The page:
April – a month that should have been focused on Holy Week and Easter began with us hosting the funeral of PC Keith Palmer in Southwark Cathedral.  Cressida Dick became the Commissioner that same day so that she was in post to represent the whole of the Metropolitan Police Service at the funeral.  It fell to me to preach.  It is hard to describe what that feels like, knowing the streets and bridges were full of people, listening.  All I could do was remember that this was a funeral and that Keith’s widow and daughter would be there, listening.

May – one of the joys of life over the last eight years has been to serve the Society of Catholic Priests as their Rector General.  So it fell to me to visit SCP in Ireland and to encourage those few priests there who would identify as coming from the ‘catholic’ tradition.  It was a great visit.  What a wonderful country and people!  Later in the year, however, my time as Rector General came to an end.  But what a privilege it has been to visit and speak to members of our Society – women and men, black and white, gay and straight, single and partnered, with differing abilities – serving the church faithfully in the places to which God has called them.

June – the month began as any other and then the evening of 3rd June would see an event which would affect the whole of the remainder of the year.  The terrorist attack that evening on London Bridge and the Borough Market left 8 people dead and 48 people injured.  It also left a community scarred and changed.  Being unable to get into the Cathedral for almost a week meant that we had to learn how to be ‘the Cathedral’ differently; the local community came together with a new strength; we learnt about each other as people.  It has changed me – for the better I hope – and given me a new appreciation of my Muslim brothers and sisters.  Speaking at Friday Prayers at our local mosque in the week after the attack was a privilege I never thought would be mine and then hosting the long planned Grand Iftar in the Cathedral ten days after the attack has created new relationships and a greater understanding.  But at such cost!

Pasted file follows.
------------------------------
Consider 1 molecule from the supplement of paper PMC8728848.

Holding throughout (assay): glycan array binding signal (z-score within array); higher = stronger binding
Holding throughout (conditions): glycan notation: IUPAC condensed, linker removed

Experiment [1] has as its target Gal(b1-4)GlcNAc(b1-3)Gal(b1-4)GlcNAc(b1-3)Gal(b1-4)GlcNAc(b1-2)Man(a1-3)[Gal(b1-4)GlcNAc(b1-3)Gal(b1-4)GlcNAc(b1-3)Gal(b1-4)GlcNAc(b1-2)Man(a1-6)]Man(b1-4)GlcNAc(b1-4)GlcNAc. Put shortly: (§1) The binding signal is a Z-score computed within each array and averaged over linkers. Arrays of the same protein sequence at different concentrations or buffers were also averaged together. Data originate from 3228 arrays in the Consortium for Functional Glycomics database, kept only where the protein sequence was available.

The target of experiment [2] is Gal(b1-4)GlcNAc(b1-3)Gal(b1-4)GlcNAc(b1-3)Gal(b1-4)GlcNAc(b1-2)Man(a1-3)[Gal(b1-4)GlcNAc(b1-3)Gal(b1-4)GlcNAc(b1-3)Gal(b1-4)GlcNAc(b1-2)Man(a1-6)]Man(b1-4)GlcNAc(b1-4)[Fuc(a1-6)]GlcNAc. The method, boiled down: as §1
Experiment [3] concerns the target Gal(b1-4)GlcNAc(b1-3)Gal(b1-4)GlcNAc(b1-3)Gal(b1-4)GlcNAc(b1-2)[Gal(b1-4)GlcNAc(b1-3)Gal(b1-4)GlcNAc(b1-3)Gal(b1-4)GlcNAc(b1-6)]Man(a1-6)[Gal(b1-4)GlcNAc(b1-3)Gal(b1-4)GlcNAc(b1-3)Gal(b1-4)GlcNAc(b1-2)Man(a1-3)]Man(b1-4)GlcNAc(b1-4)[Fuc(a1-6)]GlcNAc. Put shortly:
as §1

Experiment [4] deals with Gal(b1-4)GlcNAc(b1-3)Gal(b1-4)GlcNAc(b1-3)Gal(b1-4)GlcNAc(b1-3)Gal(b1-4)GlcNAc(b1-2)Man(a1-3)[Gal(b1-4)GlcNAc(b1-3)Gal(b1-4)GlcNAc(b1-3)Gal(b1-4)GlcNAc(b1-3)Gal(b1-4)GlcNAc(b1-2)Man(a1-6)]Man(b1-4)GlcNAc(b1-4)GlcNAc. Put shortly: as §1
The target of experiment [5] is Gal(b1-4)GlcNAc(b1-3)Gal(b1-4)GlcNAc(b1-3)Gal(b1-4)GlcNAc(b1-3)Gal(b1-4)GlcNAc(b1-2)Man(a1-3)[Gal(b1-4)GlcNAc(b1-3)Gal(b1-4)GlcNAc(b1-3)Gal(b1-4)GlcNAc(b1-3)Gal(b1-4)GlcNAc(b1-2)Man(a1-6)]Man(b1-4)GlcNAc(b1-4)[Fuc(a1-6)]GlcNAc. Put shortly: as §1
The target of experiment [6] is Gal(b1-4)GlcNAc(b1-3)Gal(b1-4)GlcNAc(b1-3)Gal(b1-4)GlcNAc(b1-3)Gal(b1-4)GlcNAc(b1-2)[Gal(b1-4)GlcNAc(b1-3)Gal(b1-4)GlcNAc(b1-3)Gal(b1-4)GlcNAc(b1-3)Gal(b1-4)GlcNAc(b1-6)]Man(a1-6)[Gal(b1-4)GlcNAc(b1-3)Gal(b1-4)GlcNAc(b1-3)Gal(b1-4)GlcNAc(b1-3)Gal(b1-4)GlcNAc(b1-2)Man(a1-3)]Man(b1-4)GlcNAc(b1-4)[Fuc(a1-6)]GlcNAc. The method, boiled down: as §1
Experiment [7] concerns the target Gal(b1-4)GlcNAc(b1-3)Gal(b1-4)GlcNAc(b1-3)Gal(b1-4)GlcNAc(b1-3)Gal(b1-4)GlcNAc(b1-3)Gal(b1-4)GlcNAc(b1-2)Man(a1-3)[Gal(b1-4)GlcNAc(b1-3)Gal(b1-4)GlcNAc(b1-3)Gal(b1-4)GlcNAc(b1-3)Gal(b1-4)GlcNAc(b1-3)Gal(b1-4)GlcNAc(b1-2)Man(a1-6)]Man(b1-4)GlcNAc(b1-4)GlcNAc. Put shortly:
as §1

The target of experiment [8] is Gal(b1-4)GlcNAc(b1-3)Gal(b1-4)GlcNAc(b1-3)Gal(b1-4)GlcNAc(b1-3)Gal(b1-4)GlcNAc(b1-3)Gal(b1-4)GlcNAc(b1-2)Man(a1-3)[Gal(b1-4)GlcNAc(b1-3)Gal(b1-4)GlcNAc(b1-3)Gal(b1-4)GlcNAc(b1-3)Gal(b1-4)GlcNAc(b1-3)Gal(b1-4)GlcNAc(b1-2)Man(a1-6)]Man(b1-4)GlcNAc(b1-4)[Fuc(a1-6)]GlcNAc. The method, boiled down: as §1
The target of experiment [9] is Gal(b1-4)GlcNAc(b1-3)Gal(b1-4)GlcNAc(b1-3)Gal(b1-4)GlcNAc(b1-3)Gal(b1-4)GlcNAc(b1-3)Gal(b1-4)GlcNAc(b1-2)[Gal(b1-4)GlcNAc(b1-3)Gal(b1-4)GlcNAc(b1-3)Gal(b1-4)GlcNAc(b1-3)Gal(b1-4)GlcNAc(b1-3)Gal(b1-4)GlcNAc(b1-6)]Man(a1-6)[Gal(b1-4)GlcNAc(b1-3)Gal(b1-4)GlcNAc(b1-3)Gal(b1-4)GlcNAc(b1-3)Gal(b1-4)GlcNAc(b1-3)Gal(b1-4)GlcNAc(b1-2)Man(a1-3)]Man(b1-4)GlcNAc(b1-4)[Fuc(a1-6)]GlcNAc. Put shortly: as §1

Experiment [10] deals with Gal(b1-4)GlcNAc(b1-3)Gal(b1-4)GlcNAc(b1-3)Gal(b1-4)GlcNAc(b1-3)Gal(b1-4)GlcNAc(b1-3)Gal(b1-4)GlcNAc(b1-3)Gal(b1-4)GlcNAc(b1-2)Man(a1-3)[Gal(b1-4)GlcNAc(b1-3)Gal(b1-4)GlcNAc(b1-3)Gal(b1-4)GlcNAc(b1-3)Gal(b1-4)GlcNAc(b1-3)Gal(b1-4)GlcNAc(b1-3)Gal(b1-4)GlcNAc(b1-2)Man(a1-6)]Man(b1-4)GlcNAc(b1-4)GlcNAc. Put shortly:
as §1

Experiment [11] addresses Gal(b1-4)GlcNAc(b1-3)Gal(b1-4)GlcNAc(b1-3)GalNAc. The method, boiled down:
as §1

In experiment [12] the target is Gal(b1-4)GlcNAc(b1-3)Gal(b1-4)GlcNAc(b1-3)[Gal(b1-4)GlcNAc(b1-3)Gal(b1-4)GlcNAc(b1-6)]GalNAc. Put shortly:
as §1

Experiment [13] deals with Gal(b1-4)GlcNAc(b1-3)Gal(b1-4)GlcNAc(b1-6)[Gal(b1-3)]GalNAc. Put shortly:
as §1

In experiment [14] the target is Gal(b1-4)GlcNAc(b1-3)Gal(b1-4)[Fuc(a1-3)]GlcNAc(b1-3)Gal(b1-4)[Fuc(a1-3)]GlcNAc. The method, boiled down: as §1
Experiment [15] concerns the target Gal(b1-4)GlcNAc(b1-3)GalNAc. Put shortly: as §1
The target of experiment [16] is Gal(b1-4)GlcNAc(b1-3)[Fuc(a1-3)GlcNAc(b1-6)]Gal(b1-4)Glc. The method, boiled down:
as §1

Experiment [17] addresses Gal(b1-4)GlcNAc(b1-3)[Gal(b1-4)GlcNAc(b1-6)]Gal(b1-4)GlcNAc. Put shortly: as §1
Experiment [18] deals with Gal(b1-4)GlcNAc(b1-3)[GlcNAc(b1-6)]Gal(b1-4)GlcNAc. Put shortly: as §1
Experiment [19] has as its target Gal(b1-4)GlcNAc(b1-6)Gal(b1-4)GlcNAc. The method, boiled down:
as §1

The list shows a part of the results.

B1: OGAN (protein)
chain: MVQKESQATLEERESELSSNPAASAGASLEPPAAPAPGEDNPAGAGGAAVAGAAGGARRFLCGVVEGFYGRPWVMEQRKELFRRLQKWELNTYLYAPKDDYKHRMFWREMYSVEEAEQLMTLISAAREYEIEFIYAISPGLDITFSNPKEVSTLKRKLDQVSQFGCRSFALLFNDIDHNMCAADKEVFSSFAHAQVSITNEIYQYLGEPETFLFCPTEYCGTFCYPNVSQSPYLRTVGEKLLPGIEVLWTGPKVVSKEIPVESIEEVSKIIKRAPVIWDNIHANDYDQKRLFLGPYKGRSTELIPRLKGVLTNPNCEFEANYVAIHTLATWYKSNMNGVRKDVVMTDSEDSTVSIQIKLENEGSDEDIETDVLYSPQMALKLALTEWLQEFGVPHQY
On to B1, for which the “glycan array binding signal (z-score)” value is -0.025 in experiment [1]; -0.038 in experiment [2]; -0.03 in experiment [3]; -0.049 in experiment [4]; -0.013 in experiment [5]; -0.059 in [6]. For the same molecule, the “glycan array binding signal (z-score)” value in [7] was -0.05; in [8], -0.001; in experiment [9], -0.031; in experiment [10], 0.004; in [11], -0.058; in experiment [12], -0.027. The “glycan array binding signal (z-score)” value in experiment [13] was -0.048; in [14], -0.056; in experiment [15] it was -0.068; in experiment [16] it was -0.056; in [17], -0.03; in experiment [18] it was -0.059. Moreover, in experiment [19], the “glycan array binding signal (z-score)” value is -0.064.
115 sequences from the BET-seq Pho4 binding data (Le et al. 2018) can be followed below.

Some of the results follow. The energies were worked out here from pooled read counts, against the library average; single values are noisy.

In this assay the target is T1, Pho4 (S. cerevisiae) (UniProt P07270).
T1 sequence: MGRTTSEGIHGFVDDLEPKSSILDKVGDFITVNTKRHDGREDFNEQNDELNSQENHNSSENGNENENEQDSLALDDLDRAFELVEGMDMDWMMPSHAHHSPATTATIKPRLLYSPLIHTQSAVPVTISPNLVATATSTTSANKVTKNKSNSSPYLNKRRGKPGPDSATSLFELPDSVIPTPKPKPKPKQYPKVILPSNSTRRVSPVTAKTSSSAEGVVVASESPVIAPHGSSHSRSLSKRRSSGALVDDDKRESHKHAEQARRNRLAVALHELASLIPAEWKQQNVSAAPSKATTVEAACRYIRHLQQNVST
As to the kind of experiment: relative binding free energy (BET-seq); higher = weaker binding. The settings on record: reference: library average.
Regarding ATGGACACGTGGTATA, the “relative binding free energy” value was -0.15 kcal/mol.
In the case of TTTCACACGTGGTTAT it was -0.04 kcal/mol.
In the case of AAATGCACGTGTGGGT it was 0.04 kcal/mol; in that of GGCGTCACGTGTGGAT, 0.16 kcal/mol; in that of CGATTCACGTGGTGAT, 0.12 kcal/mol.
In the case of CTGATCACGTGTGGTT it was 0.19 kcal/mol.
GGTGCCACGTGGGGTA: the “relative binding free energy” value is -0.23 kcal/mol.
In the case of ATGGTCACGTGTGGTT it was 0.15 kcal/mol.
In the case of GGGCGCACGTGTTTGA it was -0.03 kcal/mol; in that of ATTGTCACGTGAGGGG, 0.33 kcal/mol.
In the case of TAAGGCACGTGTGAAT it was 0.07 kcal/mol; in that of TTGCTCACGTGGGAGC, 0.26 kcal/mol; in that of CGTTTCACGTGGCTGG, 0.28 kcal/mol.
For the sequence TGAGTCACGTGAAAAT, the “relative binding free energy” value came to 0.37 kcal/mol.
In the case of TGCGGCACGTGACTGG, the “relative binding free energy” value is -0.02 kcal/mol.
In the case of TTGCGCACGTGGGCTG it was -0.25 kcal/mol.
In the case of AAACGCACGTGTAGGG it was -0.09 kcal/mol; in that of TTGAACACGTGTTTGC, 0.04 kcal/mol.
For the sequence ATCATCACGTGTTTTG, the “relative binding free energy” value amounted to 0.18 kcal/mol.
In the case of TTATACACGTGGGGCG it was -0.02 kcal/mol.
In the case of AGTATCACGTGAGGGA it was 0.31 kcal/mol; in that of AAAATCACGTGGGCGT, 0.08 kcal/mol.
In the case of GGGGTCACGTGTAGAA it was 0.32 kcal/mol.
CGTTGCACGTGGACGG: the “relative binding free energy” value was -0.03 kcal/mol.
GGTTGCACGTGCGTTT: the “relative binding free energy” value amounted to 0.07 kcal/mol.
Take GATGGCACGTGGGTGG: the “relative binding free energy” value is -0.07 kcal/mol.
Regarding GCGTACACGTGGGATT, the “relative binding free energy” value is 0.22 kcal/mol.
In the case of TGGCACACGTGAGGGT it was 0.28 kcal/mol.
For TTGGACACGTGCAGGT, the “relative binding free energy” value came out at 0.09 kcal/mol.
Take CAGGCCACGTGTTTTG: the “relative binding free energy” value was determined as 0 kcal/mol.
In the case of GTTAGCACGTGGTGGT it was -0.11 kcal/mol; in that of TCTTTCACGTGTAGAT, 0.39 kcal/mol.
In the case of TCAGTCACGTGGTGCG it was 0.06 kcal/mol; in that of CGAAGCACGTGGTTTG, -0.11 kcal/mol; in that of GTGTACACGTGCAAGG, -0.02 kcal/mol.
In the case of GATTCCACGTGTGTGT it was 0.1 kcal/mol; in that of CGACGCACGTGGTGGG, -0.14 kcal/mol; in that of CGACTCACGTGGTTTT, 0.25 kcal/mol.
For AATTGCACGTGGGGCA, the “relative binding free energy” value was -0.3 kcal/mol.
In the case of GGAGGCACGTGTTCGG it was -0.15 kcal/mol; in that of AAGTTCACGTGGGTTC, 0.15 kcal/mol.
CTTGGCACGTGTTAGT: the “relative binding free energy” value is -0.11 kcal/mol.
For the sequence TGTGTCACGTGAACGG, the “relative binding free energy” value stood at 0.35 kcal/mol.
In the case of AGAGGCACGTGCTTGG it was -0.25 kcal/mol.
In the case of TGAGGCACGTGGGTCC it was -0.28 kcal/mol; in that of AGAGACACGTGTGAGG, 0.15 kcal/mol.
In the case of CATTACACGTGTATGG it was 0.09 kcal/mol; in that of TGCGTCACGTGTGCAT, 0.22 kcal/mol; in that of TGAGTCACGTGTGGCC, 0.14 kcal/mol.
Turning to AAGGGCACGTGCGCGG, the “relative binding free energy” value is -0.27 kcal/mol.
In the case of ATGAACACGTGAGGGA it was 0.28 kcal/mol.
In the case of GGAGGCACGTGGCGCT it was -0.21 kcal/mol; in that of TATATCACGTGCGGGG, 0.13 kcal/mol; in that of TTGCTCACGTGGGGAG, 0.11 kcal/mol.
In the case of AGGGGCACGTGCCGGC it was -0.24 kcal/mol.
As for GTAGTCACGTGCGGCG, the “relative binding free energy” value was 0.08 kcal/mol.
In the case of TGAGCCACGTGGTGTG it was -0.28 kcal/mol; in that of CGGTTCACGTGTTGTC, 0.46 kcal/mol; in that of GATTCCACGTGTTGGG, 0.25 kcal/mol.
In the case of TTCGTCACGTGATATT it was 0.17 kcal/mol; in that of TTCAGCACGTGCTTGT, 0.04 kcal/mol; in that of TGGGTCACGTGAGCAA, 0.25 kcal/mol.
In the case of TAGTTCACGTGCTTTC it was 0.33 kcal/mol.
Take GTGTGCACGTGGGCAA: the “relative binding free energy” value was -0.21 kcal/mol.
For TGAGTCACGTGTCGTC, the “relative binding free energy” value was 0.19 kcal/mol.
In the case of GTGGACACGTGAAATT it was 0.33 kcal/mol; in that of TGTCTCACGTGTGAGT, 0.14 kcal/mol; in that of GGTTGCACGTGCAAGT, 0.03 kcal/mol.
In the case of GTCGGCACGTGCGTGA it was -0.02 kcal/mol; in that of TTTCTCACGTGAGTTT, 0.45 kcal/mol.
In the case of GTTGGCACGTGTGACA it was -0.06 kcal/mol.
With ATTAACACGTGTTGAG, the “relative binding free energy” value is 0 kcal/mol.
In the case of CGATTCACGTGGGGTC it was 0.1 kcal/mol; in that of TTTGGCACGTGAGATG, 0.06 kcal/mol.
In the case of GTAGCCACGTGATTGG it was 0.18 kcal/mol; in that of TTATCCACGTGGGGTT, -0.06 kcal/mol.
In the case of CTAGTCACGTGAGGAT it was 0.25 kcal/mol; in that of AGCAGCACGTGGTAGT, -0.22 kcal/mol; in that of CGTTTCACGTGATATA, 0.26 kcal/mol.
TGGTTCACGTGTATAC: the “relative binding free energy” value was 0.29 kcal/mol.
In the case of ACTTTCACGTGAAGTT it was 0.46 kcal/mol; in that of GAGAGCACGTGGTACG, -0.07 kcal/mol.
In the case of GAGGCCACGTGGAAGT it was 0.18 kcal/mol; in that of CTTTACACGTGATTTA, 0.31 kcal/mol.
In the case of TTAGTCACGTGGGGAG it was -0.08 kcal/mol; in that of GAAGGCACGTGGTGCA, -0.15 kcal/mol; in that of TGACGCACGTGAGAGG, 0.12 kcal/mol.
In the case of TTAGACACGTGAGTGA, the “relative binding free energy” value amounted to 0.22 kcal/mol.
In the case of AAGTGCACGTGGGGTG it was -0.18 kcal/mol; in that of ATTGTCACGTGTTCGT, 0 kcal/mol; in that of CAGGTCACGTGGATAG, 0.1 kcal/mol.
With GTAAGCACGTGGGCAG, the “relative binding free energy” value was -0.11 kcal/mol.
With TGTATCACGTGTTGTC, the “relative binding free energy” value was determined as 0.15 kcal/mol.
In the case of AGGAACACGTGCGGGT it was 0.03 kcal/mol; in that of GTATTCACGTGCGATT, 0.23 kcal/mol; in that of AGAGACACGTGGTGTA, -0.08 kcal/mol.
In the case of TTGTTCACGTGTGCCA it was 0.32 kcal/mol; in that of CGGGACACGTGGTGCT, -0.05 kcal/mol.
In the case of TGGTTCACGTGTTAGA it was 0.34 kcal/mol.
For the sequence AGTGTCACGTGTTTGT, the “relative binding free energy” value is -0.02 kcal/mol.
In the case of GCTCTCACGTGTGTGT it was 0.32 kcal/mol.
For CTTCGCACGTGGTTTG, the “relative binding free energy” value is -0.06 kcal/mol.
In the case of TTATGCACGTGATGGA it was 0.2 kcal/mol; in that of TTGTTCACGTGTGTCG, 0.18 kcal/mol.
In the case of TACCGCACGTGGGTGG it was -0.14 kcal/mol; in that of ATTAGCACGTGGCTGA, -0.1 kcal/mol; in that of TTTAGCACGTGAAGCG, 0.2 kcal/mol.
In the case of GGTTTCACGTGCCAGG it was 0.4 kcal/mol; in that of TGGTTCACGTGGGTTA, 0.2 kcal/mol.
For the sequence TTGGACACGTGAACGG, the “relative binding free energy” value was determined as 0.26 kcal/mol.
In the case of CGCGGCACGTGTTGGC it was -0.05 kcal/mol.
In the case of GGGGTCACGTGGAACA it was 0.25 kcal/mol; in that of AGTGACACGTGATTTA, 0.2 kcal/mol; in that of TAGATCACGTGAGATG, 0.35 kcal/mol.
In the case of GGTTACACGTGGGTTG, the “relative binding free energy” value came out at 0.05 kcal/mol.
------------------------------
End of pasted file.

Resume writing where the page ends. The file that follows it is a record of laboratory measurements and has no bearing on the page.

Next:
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Three of the great Street Pastors who cared for us after the attack

July – General Synod is always a feature of my year but in 2017 the Synod in York became very significant.  Had the tide turned? Was there a different feel? The debates on welcoming transgender people and the banning of conversion therapy with regard to homosexual (in evangelical speak ‘same-sex attracted people) in church were powerful, brave and decisive. The irony was that at the same time a group of 50 people including 15 priests from Southwark Cathedral and the Diocese were marching in the London Pride parade, with pride.  It was a delicious and painful irony, a vignette of where we are as a church.

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Marching with Pride

August – I turned 60 at the end of July.  That was a fantastic occasion – great to see so many friends and family as we celebrated.  And then it was off to Spain for my usual ten days in the sun, catching up on reading and simply relaxing.  The highlight? I suppose visiting the Sagrada Familia in Barcelona now that it is almost complete.  Bonkers it is, but impressive bonkers.

September – it’s always one of those getting back to work months and this September was like that.  The terrorist attack in June meant that I was unable to lead the Cathedral Pilgrimage in the steps of Martin Luther, to mark the 500th anniversary of the Reformation.  But in September we held a reunion for all the pilgrims – so I got to see the photos and hear the stories!

October – as part of my first sabbatical in 2006 I visited Tamil Nadu in India – I’d always wanted to go back to that country and see another area.  A group of us had planned for a long time to do this and so in October eight of us, plus our organiser and guide, headed off for 15 days in Rajasthan.  It was everything we had hoped for – lovely people, wonderful sights, new experiences, delicious food, warmth and sunshine and something memorable.  For me it was the Taj Mahal, the scaffolding removed and there, resplendent, perfect, a monument to love and unsurpassed by the skill of humanity.

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Stunning